Supersets – Why, How & When To Use Them

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Supersets in simplest of the terms means ‘performing two different exercises back to back with minimal rest in between’. It was the Weider school of training which popularized the concept of Supersets, claiming that ‘more work can be done in less time’.

Supersets are of different types:

  1. Paired/Reciprocal Supersets – involves doing an exercise for a particular muscle group (agonist), followed by an exercise for the antagonist (opposite) muscle group. For e.g. doing a set of Barbell Squats targeting mainly quadriceps (agonist) & immediately doing a set of Leg Curls for hamstring (antagonist).

This type of superset is preferred more as the peripheral fatigue, the type that develops in the muscle being used, is less, due to opposing muscles being trained. But the overall cumulative or central fatigue is still quite high.

2. Staggered Supersets – involved doing a set of an exercise for a muscle group, followed by another set of an exercise of an unrelated muscle group. Or, a set of barbell squats followed by a set of Dumbbell Pullovers.

3. Compound Supersets – involves doing two exercises for the same muscle group back to back. These are further divided into 2 types:

  • Pre-Exhaust Supersets – involves performing an isolation exercise followed by a compound exercise, for the same muscle group. For e.g. doing a set of leg extensions, followed by a set of Barbell Squats or Leg Press.
  • Post-Exhaust Supersets – involves performing a compound exercise followed by an isolation exercise, for the same muscle group. For e.g. doing a set of barbell squats, followed by a set of leg extensions.

Of course, the primary advantage of a Superset is more work performed in a shorter period of time. A study, suggested that supersets could constitute a more time-efficient training method than the traditional sets since it allows optimizing training time without compromising acute neuromuscular performance over the training session. This occurs, at least, when both combined exercises are conducted with moderate relative loads (55–70% 1RM) and a moderate degree of fatigue.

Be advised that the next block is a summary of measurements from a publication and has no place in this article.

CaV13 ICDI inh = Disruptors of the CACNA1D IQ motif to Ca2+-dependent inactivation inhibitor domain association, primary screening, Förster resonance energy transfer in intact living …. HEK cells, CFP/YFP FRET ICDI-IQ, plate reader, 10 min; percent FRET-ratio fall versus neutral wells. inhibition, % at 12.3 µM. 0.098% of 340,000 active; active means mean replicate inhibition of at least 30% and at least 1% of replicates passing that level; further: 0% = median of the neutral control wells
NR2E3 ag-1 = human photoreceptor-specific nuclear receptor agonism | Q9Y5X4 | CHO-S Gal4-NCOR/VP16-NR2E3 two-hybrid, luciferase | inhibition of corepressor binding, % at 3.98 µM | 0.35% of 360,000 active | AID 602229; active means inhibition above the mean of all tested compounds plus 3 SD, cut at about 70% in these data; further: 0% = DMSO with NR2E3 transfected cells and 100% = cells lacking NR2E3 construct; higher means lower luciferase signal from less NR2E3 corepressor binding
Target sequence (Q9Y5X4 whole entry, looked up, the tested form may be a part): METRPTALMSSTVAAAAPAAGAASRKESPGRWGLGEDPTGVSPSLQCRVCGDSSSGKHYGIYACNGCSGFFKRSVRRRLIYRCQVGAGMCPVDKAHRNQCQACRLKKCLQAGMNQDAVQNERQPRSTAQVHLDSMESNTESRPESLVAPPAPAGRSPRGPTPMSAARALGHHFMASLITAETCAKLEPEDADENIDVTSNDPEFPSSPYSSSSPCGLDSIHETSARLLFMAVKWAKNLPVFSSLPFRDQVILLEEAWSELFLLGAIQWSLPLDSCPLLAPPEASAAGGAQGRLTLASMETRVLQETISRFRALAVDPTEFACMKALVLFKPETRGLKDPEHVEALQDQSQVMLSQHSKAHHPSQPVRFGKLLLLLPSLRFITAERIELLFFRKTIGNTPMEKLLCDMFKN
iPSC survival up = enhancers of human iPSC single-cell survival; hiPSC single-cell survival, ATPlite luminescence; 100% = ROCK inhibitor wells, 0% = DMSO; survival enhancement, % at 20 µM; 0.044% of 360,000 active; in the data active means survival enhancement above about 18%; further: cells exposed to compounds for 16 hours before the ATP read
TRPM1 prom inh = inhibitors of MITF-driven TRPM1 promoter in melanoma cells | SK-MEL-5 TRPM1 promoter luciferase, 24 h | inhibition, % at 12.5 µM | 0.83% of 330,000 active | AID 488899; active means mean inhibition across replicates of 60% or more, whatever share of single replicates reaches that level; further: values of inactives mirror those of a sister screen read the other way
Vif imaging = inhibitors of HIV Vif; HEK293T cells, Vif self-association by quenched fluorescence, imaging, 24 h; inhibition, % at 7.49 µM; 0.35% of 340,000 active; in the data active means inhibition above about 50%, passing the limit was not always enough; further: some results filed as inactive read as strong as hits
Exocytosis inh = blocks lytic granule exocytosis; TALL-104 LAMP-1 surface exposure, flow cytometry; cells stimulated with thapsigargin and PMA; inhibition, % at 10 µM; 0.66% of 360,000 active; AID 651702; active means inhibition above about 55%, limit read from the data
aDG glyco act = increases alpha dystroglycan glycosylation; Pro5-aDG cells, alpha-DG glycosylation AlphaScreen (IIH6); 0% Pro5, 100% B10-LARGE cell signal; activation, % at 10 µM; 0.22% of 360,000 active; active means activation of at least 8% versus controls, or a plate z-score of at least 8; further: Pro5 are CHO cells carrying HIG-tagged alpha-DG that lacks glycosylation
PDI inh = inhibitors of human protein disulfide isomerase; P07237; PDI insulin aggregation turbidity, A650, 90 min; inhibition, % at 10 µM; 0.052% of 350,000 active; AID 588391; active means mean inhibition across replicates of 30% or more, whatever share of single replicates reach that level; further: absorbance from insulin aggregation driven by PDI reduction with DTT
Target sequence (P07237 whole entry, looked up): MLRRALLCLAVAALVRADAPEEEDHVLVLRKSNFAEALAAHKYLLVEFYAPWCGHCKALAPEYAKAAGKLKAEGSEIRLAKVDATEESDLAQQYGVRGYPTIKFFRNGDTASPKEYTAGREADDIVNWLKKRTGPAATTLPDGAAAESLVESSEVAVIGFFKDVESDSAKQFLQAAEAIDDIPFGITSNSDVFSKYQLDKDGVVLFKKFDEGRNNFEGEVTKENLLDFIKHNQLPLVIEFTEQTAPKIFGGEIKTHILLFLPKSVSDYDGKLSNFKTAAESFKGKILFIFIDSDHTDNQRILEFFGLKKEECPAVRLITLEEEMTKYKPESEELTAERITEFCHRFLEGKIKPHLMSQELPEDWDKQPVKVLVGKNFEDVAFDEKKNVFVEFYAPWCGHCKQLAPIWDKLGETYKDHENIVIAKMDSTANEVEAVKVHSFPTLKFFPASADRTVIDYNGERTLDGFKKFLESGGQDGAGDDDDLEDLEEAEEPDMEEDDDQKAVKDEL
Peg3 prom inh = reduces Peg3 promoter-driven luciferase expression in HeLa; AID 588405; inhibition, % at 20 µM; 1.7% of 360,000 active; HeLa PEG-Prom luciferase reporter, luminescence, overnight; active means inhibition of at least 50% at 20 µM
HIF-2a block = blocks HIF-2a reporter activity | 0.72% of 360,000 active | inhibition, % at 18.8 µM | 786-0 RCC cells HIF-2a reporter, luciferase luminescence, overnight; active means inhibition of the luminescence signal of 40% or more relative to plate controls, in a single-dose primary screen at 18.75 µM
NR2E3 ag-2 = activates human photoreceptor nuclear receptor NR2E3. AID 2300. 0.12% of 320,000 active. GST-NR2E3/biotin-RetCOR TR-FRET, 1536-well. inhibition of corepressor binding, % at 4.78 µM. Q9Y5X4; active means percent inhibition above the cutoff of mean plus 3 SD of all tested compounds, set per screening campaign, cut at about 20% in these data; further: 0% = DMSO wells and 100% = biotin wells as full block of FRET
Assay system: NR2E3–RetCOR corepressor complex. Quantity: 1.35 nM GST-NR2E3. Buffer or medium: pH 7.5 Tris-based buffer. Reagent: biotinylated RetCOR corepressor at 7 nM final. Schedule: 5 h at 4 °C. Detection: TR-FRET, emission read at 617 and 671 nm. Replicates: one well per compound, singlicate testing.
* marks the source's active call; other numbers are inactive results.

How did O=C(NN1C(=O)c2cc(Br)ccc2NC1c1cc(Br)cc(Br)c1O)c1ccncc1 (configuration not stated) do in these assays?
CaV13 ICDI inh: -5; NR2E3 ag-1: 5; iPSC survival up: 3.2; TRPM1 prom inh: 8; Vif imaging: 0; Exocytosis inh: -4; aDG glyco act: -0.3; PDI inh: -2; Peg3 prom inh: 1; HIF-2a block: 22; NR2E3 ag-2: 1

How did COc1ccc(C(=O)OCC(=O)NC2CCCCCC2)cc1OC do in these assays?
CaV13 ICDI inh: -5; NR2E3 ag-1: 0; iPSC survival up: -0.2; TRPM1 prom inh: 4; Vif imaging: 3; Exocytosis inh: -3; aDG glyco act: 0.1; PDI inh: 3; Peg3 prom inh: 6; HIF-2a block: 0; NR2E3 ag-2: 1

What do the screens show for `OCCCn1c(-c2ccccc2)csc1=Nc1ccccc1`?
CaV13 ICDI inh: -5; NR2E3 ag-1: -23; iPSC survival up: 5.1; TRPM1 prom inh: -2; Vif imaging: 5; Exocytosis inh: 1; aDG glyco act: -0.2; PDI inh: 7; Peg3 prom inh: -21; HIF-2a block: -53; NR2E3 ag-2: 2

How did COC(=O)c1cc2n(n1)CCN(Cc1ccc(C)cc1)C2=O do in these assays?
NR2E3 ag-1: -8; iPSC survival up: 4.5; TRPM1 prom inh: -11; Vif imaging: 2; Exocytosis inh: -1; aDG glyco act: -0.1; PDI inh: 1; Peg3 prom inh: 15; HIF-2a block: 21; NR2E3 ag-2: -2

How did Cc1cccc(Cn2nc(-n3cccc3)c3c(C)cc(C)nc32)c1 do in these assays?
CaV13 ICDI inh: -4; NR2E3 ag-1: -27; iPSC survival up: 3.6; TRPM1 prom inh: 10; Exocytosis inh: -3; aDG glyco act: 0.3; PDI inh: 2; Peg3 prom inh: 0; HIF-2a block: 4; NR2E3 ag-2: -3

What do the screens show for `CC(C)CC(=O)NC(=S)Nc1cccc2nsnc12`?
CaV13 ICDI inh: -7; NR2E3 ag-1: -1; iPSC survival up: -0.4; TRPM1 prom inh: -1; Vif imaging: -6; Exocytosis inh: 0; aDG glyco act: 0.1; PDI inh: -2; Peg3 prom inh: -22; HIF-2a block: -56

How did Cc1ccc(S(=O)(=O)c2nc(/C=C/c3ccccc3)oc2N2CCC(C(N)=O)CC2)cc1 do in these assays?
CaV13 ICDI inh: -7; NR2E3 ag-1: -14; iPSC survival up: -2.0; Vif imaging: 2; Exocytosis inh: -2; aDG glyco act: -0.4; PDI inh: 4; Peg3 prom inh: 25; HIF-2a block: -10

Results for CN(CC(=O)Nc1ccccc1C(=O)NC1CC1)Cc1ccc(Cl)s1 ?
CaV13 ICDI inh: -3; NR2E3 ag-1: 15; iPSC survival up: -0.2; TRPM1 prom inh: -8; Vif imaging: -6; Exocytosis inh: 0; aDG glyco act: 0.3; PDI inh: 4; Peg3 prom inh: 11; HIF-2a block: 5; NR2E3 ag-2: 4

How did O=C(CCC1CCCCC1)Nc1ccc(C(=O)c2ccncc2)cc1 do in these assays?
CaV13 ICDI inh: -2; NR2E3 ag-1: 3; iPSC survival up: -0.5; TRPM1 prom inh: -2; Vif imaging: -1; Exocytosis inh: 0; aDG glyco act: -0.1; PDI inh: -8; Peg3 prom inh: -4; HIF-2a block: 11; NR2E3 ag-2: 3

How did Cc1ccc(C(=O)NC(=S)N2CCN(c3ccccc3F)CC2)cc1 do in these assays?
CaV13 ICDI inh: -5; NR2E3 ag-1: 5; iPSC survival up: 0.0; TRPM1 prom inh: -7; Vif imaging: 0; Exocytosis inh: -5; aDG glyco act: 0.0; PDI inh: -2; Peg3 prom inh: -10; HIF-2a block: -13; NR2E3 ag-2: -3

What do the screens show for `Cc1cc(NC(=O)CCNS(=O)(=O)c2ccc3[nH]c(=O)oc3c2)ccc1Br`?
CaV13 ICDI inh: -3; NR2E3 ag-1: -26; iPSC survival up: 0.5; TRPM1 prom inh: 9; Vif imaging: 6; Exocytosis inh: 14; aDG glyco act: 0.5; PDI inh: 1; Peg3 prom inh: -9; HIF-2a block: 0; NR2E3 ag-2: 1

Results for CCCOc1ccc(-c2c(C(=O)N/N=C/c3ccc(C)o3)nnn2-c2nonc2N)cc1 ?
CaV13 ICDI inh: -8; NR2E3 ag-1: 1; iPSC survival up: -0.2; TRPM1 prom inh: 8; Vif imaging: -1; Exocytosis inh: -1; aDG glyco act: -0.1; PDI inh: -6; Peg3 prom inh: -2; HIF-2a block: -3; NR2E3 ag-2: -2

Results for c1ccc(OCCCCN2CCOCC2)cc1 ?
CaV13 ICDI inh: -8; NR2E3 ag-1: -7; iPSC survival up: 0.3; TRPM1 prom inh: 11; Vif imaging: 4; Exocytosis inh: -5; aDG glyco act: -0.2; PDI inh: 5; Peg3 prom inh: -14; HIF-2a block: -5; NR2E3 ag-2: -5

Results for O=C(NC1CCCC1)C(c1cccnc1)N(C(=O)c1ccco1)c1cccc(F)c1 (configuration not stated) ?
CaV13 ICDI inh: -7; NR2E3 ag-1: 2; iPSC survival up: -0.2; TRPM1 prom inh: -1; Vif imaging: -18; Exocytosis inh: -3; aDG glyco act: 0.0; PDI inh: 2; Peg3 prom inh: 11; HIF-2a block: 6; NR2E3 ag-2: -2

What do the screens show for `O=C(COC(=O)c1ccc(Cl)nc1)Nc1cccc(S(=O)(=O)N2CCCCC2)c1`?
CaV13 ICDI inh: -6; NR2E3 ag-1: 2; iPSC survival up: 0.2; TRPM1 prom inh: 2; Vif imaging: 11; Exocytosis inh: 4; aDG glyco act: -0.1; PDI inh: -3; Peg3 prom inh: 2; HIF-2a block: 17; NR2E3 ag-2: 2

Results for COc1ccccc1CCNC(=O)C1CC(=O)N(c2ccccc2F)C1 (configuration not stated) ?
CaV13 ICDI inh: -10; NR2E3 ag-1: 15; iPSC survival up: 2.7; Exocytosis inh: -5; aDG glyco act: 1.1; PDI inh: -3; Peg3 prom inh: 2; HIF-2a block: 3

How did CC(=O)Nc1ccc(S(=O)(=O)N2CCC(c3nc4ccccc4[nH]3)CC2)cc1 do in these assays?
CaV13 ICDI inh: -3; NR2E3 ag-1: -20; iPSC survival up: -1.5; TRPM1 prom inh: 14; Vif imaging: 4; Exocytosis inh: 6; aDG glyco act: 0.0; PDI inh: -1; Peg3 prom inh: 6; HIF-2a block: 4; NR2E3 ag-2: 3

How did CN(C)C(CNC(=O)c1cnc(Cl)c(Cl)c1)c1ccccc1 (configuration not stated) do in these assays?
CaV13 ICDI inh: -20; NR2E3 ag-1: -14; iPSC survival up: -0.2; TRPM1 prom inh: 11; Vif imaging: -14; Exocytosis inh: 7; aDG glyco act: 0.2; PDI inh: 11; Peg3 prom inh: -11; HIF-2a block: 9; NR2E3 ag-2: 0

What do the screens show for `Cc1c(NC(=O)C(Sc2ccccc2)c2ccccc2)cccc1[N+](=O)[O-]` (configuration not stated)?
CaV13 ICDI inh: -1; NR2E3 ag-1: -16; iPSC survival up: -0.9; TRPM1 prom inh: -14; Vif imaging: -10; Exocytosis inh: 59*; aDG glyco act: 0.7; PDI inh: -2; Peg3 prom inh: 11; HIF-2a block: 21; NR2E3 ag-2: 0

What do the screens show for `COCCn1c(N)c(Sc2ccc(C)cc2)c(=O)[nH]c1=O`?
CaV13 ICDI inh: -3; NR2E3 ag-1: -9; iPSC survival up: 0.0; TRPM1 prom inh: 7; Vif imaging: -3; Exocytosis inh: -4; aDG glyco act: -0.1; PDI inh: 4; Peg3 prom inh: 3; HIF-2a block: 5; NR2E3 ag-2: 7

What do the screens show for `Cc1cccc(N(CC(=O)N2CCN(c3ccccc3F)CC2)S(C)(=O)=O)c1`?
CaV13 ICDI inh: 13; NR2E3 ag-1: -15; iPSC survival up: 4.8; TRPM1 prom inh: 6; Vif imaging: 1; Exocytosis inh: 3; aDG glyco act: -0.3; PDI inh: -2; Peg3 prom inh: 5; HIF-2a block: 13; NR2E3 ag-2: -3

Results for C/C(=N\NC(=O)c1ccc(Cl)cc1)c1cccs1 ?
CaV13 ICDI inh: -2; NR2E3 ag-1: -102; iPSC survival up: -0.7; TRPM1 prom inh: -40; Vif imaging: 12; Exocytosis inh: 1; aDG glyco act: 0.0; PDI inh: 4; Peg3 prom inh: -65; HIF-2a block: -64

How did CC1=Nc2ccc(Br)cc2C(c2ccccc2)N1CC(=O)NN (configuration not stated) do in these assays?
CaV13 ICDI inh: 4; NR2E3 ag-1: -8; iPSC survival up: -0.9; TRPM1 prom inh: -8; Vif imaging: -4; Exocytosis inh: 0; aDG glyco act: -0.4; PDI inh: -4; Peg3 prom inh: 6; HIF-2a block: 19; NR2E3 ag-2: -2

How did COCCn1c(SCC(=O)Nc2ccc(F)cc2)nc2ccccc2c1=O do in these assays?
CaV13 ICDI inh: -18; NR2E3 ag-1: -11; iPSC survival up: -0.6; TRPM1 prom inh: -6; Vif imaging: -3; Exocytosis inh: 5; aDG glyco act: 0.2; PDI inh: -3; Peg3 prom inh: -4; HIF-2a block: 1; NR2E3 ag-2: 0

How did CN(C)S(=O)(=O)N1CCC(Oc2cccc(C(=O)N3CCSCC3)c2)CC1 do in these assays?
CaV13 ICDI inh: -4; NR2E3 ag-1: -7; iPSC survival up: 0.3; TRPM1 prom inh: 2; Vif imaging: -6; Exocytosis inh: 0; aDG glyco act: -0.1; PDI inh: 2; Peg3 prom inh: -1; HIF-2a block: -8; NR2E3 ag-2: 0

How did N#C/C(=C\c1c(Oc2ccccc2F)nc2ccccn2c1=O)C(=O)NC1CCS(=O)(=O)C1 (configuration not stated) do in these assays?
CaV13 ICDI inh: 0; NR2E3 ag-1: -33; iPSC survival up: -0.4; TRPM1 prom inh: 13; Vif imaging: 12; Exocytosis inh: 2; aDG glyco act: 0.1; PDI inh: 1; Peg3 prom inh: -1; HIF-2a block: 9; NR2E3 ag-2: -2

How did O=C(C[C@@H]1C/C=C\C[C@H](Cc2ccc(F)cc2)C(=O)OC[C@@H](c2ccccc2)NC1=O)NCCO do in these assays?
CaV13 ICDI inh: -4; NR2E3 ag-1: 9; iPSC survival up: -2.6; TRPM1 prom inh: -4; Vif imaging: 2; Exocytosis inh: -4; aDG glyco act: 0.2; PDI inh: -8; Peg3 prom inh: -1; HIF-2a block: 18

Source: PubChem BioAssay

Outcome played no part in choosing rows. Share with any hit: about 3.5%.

A study on athletes, found that, for the same loads, supersets induces similar jump and strength improvements, but in a more time-efficient manner, than the traditional approach.

Supersets are an excellent way to increase anabolic hormones like growth hormones and testosterone, due to shorter rest between sets and higher intensity. In a study, group that rested 1 minute between sets (superset group) had 25% higher testosterone levels immediately after the workout than the group that rested 2.5 minutes per between sets.

Because, supersets greatly boosts the intensity of the workout, and therefore can be quite demanding.

A study examined the effect of Paired/Reciprocal Superset, on 18 resistance trained individuals. This superset was found to be extremely metabolically demanding that may elicit increases in musculoskeletal, cardiorespiratory, and physiological adaptations while decreasing the duration of exercise.

In the study, Paired/Reciprocal Supersets increased oxygen uptake, heart rate, blood lactate levels, RPE (Rate of Perceived Exertion), excess post-exercise oxygen consumption (EPOC), and aerobic & anaerobic energy expenditure.

When comparing the 3 different types of supersets, a study assessed the effect of all 3 types on rate of perceived exertion (RPE), kinetic and kinematic changes during the bench press. The study found that, RPE was greater in staggered and compound type supersets than Reciprocal supersets. Also, compound supersets had the greatest reduction in peak force and power.